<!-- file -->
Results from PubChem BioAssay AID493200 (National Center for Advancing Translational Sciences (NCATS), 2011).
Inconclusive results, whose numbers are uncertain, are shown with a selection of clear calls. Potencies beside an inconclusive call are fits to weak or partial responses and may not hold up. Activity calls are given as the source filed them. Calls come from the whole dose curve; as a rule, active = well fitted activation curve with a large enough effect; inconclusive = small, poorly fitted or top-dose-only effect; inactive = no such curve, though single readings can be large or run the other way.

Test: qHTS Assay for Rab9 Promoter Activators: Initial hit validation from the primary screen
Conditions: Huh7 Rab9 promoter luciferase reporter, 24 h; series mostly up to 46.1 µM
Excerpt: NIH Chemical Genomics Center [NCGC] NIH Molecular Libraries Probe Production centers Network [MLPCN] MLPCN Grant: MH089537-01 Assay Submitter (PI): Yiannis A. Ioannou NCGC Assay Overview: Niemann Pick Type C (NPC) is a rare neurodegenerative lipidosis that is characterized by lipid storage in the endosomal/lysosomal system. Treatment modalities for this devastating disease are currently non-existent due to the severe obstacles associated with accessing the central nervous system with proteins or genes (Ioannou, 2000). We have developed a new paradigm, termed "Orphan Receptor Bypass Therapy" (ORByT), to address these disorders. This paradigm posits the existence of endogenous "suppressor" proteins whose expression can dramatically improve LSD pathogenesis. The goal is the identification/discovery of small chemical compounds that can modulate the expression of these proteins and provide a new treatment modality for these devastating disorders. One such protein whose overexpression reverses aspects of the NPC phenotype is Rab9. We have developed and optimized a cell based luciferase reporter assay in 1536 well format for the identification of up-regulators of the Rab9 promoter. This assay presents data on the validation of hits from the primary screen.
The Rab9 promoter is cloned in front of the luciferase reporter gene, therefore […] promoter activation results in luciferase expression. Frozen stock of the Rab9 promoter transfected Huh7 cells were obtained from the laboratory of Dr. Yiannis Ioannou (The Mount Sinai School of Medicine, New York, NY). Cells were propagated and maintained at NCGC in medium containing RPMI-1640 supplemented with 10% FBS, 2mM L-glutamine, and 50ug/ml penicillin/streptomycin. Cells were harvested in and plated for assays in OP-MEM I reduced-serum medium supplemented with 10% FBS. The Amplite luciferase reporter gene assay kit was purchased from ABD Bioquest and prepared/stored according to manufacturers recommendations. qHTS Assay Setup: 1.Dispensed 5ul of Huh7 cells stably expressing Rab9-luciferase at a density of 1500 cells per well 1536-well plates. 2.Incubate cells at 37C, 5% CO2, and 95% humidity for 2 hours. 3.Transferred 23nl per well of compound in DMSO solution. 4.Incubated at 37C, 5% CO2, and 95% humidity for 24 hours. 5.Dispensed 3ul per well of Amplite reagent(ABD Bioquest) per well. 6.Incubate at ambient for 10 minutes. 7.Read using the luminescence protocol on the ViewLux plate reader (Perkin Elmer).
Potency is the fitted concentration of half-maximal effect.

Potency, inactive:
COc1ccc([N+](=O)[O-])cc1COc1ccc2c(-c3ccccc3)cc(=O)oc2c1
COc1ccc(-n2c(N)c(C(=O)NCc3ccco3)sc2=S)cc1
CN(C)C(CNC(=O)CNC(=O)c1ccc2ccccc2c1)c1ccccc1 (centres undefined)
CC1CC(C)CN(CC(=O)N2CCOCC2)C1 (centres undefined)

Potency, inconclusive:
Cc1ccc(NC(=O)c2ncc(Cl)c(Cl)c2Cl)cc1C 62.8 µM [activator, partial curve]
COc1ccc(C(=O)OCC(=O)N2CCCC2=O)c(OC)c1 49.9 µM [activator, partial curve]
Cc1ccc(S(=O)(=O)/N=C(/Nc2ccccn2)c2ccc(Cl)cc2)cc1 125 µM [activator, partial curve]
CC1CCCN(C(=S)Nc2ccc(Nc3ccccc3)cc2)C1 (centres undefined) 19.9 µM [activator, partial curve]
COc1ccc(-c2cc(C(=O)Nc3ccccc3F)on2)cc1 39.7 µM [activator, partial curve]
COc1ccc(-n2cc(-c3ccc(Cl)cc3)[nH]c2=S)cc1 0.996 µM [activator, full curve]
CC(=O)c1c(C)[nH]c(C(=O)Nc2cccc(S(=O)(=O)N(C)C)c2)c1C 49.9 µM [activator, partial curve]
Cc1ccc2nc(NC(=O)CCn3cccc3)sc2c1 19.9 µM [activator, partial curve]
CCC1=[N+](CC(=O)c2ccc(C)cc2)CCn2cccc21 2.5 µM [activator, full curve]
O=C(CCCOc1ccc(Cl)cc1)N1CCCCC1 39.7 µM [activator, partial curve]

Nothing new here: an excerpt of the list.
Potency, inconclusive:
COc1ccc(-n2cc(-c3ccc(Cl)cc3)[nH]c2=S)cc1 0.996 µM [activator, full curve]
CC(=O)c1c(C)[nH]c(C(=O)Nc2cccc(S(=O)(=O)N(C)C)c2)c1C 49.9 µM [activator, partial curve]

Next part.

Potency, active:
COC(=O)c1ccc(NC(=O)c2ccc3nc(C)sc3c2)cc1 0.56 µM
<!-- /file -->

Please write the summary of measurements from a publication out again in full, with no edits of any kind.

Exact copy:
Results from PubChem BioAssay AID493200 (National Center for Advancing Translational Sciences (NCATS), 2011).
Inconclusive results, whose numbers are uncertain, are shown with a selection of clear calls. Potencies beside an inconclusive call are fits to weak or partial responses and may not hold up. Activity calls are given as the source filed them. Calls come from the whole dose curve; as a rule, active = well fitted activation curve with a large enough effect; inconclusive = small, poorly fitted or top-dose-only effect; inactive = no such curve, though single readings can be large or run the other way.

Test: qHTS Assay for Rab9 Promoter Activators: Initial hit validation from the primary screen
Conditions: Huh7 Rab9 promoter luciferase reporter, 24 h; series mostly up to 46.1 µM
Excerpt: NIH Chemical Genomics Center [NCGC] NIH Molecular Libraries Probe Production centers Network [MLPCN] MLPCN Grant: MH089537-01 Assay Submitter (PI): Yiannis A. Ioannou NCGC Assay Overview: Niemann Pick Type C (NPC) is a rare neurodegenerative lipidosis that is characterized by lipid storage in the endosomal/lysosomal system. Treatment modalities for this devastating disease are currently non-existent due to the severe obstacles associated with accessing the central nervous system with proteins or genes (Ioannou, 2000). We have developed a new paradigm, termed "Orphan Receptor Bypass Therapy" (ORByT), to address these disorders. This paradigm posits the existence of endogenous "suppressor" proteins whose expression can dramatically improve LSD pathogenesis. The goal is the identification/discovery of small chemical compounds that can modulate the expression of these proteins and provide a new treatment modality for these devastating disorders. One such protein whose overexpression reverses aspects of the NPC phenotype is Rab9. We have developed and optimized a cell based luciferase reporter assay in 1536 well format for the identification of up-regulators of the Rab9 promoter. This assay presents data on the validation of hits from the primary screen.
The Rab9 promoter is cloned in front of the luciferase reporter gene, therefore […] promoter activation results in luciferase expression. Frozen stock of the Rab9 promoter transfected Huh7 cells were obtained from the laboratory of Dr. Yiannis Ioannou (The Mount Sinai School of Medicine, New York, NY). Cells were propagated and maintained at NCGC in medium containing RPMI-1640 supplemented with 10% FBS, 2mM L-glutamine, and 50ug/ml penicillin/streptomycin. Cells were harvested in and plated for assays in OP-MEM I reduced-serum medium supplemented with 10% FBS. The Amplite luciferase reporter gene assay kit was purchased from ABD Bioquest and prepared/stored according to manufacturers recommendations. qHTS Assay Setup: 1.Dispensed 5ul of Huh7 cells stably expressing Rab9-luciferase at a density of 1500 cells per well 1536-well plates. 2.Incubate cells at 37C, 5% CO2, and 95% humidity for 2 hours. 3.Transferred 23nl per well of compound in DMSO solution. 4.Incubated at 37C, 5% CO2, and 95% humidity for 24 hours. 5.Dispensed 3ul per well of Amplite reagent(ABD Bioquest) per well. 6.Incubate at ambient for 10 minutes. 7.Read using the luminescence protocol on the ViewLux plate reader (Perkin Elmer).
Potency is the fitted concentration of half-maximal effect.

Potency, inactive:
COc1ccc([N+](=O)[O-])cc1COc1ccc2c(-c3ccccc3)cc(=O)oc2c1
COc1ccc(-n2c(N)c(C(=O)NCc3ccco3)sc2=S)cc1
CN(C)C(CNC(=O)CNC(=O)c1ccc2ccccc2c1)c1ccccc1 (centres undefined)
CC1CC(C)CN(CC(=O)N2CCOCC2)C1 (centres undefined)

Potency, inconclusive:
Cc1ccc(NC(=O)c2ncc(Cl)c(Cl)c2Cl)cc1C 62.8 µM [activator, partial curve]
COc1ccc(C(=O)OCC(=O)N2CCCC2=O)c(OC)c1 49.9 µM [activator, partial curve]
Cc1ccc(S(=O)(=O)/N=C(/Nc2ccccn2)c2ccc(Cl)cc2)cc1 125 µM [activator, partial curve]
CC1CCCN(C(=S)Nc2ccc(Nc3ccccc3)cc2)C1 (centres undefined) 19.9 µM [activator, partial curve]
COc1ccc(-c2cc(C(=O)Nc3ccccc3F)on2)cc1 39.7 µM [activator, partial curve]
COc1ccc(-n2cc(-c3ccc(Cl)cc3)[nH]c2=S)cc1 0.996 µM [activator, full curve]
CC(=O)c1c(C)[nH]c(C(=O)Nc2cccc(S(=O)(=O)N(C)C)c2)c1C 49.9 µM [activator, partial curve]
Cc1ccc2nc(NC(=O)CCn3cccc3)sc2c1 19.9 µM [activator, partial curve]
CCC1=[N+](CC(=O)c2ccc(C)cc2)CCn2cccc21 2.5 µM [activator, full curve]
O=C(CCCOc1ccc(Cl)cc1)N1CCCCC1 39.7 µM [activator, partial curve]

Nothing new here: an excerpt of the list.
Potency, inconclusive:
COc1ccc(-n2cc(-c3ccc(Cl)cc3)[nH]c2=S)cc1 0.996 µM [activator, full curve]
CC(=O)c1c(C)[nH]c(C(=O)Nc2cccc(S(=O)(=O)N(C)C)c2)c1C 49.9 µM [activator, partial curve]

Next part.

Potency, active:
COC(=O)c1ccc(NC(=O)c2ccc3nc(C)sc3c2)cc1 0.56 µM